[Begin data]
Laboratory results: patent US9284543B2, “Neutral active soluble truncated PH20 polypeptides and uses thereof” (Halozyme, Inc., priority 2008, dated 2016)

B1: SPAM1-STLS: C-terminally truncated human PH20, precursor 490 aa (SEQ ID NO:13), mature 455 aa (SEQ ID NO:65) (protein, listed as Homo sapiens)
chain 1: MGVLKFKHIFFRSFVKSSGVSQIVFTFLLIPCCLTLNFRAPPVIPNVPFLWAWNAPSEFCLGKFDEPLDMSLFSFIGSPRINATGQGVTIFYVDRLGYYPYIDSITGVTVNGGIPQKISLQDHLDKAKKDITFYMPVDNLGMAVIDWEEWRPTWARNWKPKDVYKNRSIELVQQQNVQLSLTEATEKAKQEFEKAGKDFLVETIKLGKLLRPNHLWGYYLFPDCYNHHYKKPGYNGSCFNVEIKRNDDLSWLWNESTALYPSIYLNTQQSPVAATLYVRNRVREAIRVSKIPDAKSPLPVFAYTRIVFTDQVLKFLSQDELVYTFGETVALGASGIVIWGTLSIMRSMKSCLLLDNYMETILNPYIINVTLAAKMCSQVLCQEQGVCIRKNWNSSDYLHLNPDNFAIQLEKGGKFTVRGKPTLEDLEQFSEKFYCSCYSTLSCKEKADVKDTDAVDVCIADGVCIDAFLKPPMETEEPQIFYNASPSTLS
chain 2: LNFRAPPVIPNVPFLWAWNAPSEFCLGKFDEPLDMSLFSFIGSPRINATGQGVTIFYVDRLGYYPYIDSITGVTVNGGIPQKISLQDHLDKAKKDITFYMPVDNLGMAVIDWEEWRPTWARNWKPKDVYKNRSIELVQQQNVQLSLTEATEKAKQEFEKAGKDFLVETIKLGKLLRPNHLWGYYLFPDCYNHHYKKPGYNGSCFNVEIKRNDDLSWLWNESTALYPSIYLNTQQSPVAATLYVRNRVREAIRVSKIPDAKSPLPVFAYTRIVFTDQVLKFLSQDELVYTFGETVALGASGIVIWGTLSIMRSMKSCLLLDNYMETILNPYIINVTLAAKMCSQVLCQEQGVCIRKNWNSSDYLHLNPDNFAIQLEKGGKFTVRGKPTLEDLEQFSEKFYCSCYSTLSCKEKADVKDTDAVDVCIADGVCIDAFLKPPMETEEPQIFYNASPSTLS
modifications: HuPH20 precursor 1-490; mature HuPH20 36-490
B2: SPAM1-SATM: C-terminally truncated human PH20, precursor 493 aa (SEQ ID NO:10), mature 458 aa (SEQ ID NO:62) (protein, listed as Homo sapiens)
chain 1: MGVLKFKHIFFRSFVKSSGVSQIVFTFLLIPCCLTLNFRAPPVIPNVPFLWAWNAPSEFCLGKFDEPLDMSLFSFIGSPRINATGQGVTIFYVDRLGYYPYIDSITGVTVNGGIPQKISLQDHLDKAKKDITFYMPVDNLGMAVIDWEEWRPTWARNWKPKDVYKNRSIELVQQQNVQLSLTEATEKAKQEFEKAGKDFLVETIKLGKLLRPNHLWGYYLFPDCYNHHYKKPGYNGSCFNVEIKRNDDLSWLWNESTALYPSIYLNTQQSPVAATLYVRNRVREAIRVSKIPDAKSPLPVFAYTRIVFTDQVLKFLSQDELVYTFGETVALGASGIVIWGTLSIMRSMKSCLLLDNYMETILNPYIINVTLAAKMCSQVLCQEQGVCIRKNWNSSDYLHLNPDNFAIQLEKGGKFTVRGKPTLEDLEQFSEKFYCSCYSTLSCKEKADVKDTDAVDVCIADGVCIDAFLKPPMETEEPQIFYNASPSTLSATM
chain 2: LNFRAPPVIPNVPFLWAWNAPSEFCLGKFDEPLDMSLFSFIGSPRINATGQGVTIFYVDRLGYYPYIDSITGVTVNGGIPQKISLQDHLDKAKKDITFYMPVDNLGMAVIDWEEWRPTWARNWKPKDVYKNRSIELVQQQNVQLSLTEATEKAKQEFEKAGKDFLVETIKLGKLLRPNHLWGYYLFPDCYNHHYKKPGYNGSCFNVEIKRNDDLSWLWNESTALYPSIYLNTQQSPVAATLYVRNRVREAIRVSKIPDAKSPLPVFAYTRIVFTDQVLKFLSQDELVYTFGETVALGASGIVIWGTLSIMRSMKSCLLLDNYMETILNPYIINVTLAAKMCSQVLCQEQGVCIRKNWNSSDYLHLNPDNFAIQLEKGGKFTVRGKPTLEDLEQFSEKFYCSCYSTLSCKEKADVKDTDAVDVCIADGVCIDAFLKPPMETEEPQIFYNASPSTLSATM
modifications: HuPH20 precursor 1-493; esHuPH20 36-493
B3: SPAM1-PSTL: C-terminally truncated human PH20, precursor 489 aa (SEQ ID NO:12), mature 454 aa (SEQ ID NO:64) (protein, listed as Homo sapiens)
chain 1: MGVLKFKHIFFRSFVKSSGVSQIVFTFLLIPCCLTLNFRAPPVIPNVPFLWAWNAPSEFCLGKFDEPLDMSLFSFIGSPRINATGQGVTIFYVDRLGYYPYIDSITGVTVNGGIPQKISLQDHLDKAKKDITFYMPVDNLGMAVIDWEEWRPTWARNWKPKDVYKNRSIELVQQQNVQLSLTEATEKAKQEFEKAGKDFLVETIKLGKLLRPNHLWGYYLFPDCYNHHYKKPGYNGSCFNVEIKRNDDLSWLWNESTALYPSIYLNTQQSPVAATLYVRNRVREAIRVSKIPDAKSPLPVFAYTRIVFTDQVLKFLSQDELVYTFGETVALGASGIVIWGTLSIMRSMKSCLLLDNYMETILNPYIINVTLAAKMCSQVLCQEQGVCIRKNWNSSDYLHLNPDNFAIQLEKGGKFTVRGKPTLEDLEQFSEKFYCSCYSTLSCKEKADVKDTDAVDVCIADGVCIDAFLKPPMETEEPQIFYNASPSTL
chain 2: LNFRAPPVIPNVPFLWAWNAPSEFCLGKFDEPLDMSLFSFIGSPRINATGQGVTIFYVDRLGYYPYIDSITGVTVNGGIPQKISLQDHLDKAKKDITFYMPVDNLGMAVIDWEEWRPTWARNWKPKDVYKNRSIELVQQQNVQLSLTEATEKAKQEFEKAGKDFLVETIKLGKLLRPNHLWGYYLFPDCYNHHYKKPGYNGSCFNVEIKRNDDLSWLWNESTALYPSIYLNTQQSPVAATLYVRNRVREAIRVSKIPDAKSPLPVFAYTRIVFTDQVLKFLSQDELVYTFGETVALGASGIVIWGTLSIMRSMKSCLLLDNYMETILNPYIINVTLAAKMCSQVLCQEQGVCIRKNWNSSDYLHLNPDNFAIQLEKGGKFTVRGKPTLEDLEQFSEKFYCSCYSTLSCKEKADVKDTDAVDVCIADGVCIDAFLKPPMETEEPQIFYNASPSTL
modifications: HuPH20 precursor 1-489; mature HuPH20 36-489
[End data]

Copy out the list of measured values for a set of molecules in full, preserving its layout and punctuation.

Laboratory results: patent US9284543B2, “Neutral active soluble truncated PH20 polypeptides and uses thereof” (Halozyme, Inc., priority 2008, dated 2016)

B1: SPAM1-STLS: C-terminally truncated human PH20, precursor 490 aa (SEQ ID NO:13), mature 455 aa (SEQ ID NO:65) (protein, listed as Homo sapiens)
chain 1: MGVLKFKHIFFRSFVKSSGVSQIVFTFLLIPCCLTLNFRAPPVIPNVPFLWAWNAPSEFCLGKFDEPLDMSLFSFIGSPRINATGQGVTIFYVDRLGYYPYIDSITGVTVNGGIPQKISLQDHLDKAKKDITFYMPVDNLGMAVIDWEEWRPTWARNWKPKDVYKNRSIELVQQQNVQLSLTEATEKAKQEFEKAGKDFLVETIKLGKLLRPNHLWGYYLFPDCYNHHYKKPGYNGSCFNVEIKRNDDLSWLWNESTALYPSIYLNTQQSPVAATLYVRNRVREAIRVSKIPDAKSPLPVFAYTRIVFTDQVLKFLSQDELVYTFGETVALGASGIVIWGTLSIMRSMKSCLLLDNYMETILNPYIINVTLAAKMCSQVLCQEQGVCIRKNWNSSDYLHLNPDNFAIQLEKGGKFTVRGKPTLEDLEQFSEKFYCSCYSTLSCKEKADVKDTDAVDVCIADGVCIDAFLKPPMETEEPQIFYNASPSTLS
chain 2: LNFRAPPVIPNVPFLWAWNAPSEFCLGKFDEPLDMSLFSFIGSPRINATGQGVTIFYVDRLGYYPYIDSITGVTVNGGIPQKISLQDHLDKAKKDITFYMPVDNLGMAVIDWEEWRPTWARNWKPKDVYKNRSIELVQQQNVQLSLTEATEKAKQEFEKAGKDFLVETIKLGKLLRPNHLWGYYLFPDCYNHHYKKPGYNGSCFNVEIKRNDDLSWLWNESTALYPSIYLNTQQSPVAATLYVRNRVREAIRVSKIPDAKSPLPVFAYTRIVFTDQVLKFLSQDELVYTFGETVALGASGIVIWGTLSIMRSMKSCLLLDNYMETILNPYIINVTLAAKMCSQVLCQEQGVCIRKNWNSSDYLHLNPDNFAIQLEKGGKFTVRGKPTLEDLEQFSEKFYCSCYSTLSCKEKADVKDTDAVDVCIADGVCIDAFLKPPMETEEPQIFYNASPSTLS
modifications: HuPH20 precursor 1-490; mature HuPH20 36-490
B2: SPAM1-SATM: C-terminally truncated human PH20, precursor 493 aa (SEQ ID NO:10), mature 458 aa (SEQ ID NO:62) (protein, listed as Homo sapiens)
chain 1: MGVLKFKHIFFRSFVKSSGVSQIVFTFLLIPCCLTLNFRAPPVIPNVPFLWAWNAPSEFCLGKFDEPLDMSLFSFIGSPRINATGQGVTIFYVDRLGYYPYIDSITGVTVNGGIPQKISLQDHLDKAKKDITFYMPVDNLGMAVIDWEEWRPTWARNWKPKDVYKNRSIELVQQQNVQLSLTEATEKAKQEFEKAGKDFLVETIKLGKLLRPNHLWGYYLFPDCYNHHYKKPGYNGSCFNVEIKRNDDLSWLWNESTALYPSIYLNTQQSPVAATLYVRNRVREAIRVSKIPDAKSPLPVFAYTRIVFTDQVLKFLSQDELVYTFGETVALGASGIVIWGTLSIMRSMKSCLLLDNYMETILNPYIINVTLAAKMCSQVLCQEQGVCIRKNWNSSDYLHLNPDNFAIQLEKGGKFTVRGKPTLEDLEQFSEKFYCSCYSTLSCKEKADVKDTDAVDVCIADGVCIDAFLKPPMETEEPQIFYNASPSTLSATM
chain 2: LNFRAPPVIPNVPFLWAWNAPSEFCLGKFDEPLDMSLFSFIGSPRINATGQGVTIFYVDRLGYYPYIDSITGVTVNGGIPQKISLQDHLDKAKKDITFYMPVDNLGMAVIDWEEWRPTWARNWKPKDVYKNRSIELVQQQNVQLSLTEATEKAKQEFEKAGKDFLVETIKLGKLLRPNHLWGYYLFPDCYNHHYKKPGYNGSCFNVEIKRNDDLSWLWNESTALYPSIYLNTQQSPVAATLYVRNRVREAIRVSKIPDAKSPLPVFAYTRIVFTDQVLKFLSQDELVYTFGETVALGASGIVIWGTLSIMRSMKSCLLLDNYMETILNPYIINVTLAAKMCSQVLCQEQGVCIRKNWNSSDYLHLNPDNFAIQLEKGGKFTVRGKPTLEDLEQFSEKFYCSCYSTLSCKEKADVKDTDAVDVCIADGVCIDAFLKPPMETEEPQIFYNASPSTLSATM
modifications: HuPH20 precursor 1-493; esHuPH20 36-493
B3: SPAM1-PSTL: C-terminally truncated human PH20, precursor 489 aa (SEQ ID NO:12), mature 454 aa (SEQ ID NO:64) (protein, listed as Homo sapiens)
chain 1: MGVLKFKHIFFRSFVKSSGVSQIVFTFLLIPCCLTLNFRAPPVIPNVPFLWAWNAPSEFCLGKFDEPLDMSLFSFIGSPRINATGQGVTIFYVDRLGYYPYIDSITGVTVNGGIPQKISLQDHLDKAKKDITFYMPVDNLGMAVIDWEEWRPTWARNWKPKDVYKNRSIELVQQQNVQLSLTEATEKAKQEFEKAGKDFLVETIKLGKLLRPNHLWGYYLFPDCYNHHYKKPGYNGSCFNVEIKRNDDLSWLWNESTALYPSIYLNTQQSPVAATLYVRNRVREAIRVSKIPDAKSPLPVFAYTRIVFTDQVLKFLSQDELVYTFGETVALGASGIVIWGTLSIMRSMKSCLLLDNYMETILNPYIINVTLAAKMCSQVLCQEQGVCIRKNWNSSDYLHLNPDNFAIQLEKGGKFTVRGKPTLEDLEQFSEKFYCSCYSTLSCKEKADVKDTDAVDVCIADGVCIDAFLKPPMETEEPQIFYNASPSTL
chain 2: LNFRAPPVIPNVPFLWAWNAPSEFCLGKFDEPLDMSLFSFIGSPRINATGQGVTIFYVDRLGYYPYIDSITGVTVNGGIPQKISLQDHLDKAKKDITFYMPVDNLGMAVIDWEEWRPTWARNWKPKDVYKNRSIELVQQQNVQLSLTEATEKAKQEFEKAGKDFLVETIKLGKLLRPNHLWGYYLFPDCYNHHYKKPGYNGSCFNVEIKRNDDLSWLWNESTALYPSIYLNTQQSPVAATLYVRNRVREAIRVSKIPDAKSPLPVFAYTRIVFTDQVLKFLSQDELVYTFGETVALGASGIVIWGTLSIMRSMKSCLLLDNYMETILNPYIINVTLAAKMCSQVLCQEQGVCIRKNWNSSDYLHLNPDNFAIQLEKGGKFTVRGKPTLEDLEQFSEKFYCSCYSTLSCKEKADVKDTDAVDVCIADGVCIDAFLKPPMETEEPQIFYNASPSTL
modifications: HuPH20 precursor 1-489; mature HuPH20 36-489